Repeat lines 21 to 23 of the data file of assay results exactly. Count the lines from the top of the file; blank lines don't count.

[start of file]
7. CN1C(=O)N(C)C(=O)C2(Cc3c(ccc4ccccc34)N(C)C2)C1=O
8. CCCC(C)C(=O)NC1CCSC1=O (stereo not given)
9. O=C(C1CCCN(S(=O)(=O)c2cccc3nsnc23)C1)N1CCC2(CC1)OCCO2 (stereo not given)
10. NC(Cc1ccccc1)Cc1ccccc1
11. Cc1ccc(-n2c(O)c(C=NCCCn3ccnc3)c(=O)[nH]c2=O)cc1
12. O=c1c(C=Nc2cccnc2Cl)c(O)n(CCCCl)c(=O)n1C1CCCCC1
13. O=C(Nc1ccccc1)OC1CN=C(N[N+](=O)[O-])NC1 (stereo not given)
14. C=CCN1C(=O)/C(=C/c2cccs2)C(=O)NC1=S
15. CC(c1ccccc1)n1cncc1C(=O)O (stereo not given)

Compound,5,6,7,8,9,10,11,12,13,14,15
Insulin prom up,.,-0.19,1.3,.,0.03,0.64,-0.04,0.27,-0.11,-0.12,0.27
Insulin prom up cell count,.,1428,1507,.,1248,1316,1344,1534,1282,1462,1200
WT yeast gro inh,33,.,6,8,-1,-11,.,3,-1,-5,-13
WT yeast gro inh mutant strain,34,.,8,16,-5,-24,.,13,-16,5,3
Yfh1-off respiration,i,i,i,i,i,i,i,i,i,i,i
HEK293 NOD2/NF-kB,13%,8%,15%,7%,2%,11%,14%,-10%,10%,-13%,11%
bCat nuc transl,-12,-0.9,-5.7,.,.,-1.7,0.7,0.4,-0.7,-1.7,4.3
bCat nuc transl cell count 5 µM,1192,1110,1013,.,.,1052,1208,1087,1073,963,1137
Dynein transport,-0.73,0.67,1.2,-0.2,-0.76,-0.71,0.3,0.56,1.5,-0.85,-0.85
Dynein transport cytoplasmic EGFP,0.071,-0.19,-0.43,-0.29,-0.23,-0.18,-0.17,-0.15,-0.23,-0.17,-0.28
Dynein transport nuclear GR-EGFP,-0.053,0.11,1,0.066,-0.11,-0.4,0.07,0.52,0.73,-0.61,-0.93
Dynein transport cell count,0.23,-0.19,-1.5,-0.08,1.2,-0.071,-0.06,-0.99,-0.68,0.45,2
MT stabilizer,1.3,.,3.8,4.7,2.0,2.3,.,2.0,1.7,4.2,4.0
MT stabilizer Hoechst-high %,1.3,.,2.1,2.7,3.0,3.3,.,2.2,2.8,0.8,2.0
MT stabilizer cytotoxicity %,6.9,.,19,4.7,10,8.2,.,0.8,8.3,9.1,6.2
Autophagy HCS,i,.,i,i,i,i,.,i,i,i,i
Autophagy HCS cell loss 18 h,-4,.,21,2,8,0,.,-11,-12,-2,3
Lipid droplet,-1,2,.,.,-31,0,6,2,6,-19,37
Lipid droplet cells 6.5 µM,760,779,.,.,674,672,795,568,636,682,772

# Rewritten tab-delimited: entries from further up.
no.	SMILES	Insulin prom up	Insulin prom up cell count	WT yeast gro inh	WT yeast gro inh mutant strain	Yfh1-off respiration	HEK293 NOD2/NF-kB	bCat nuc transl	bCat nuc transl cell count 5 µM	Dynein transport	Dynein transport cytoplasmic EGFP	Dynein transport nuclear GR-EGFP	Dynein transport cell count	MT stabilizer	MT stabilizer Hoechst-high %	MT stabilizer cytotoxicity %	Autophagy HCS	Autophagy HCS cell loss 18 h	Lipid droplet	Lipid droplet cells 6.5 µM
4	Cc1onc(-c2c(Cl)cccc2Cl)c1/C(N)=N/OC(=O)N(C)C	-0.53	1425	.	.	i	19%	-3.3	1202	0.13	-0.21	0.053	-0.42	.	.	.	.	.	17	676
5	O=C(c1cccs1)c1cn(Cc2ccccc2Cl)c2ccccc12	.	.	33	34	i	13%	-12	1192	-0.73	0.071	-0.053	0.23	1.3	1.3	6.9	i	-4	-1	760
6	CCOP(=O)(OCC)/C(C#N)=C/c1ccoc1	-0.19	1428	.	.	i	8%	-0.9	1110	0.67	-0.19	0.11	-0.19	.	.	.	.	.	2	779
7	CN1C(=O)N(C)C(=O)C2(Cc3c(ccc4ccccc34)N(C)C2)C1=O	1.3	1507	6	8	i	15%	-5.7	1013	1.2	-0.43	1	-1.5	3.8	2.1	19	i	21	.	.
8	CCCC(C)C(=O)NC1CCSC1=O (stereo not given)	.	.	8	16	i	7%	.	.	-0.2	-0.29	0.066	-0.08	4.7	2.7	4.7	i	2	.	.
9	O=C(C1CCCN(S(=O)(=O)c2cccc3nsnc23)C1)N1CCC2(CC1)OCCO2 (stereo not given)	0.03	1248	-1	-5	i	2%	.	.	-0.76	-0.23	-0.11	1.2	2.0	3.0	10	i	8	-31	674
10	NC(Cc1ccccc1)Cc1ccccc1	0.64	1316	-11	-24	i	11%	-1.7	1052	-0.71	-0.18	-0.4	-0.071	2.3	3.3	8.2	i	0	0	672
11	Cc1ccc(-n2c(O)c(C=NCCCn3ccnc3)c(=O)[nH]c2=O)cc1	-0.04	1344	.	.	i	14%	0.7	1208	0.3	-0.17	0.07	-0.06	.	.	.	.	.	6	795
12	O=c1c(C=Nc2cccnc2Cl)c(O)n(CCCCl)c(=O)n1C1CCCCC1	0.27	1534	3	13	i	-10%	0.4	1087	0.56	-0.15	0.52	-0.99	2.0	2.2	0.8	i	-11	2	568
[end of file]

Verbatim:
Dynein transport nuclear GR-EGFP,-0.053,0.11,1,0.066,-0.11,-0.4,0.07,0.52,0.73,-0.61,-0.93
Dynein transport cell count,0.23,-0.19,-1.5,-0.08,1.2,-0.071,-0.06,-0.99,-0.68,0.45,2
MT stabilizer,1.3,.,3.8,4.7,2.0,2.3,.,2.0,1.7,4.2,4.0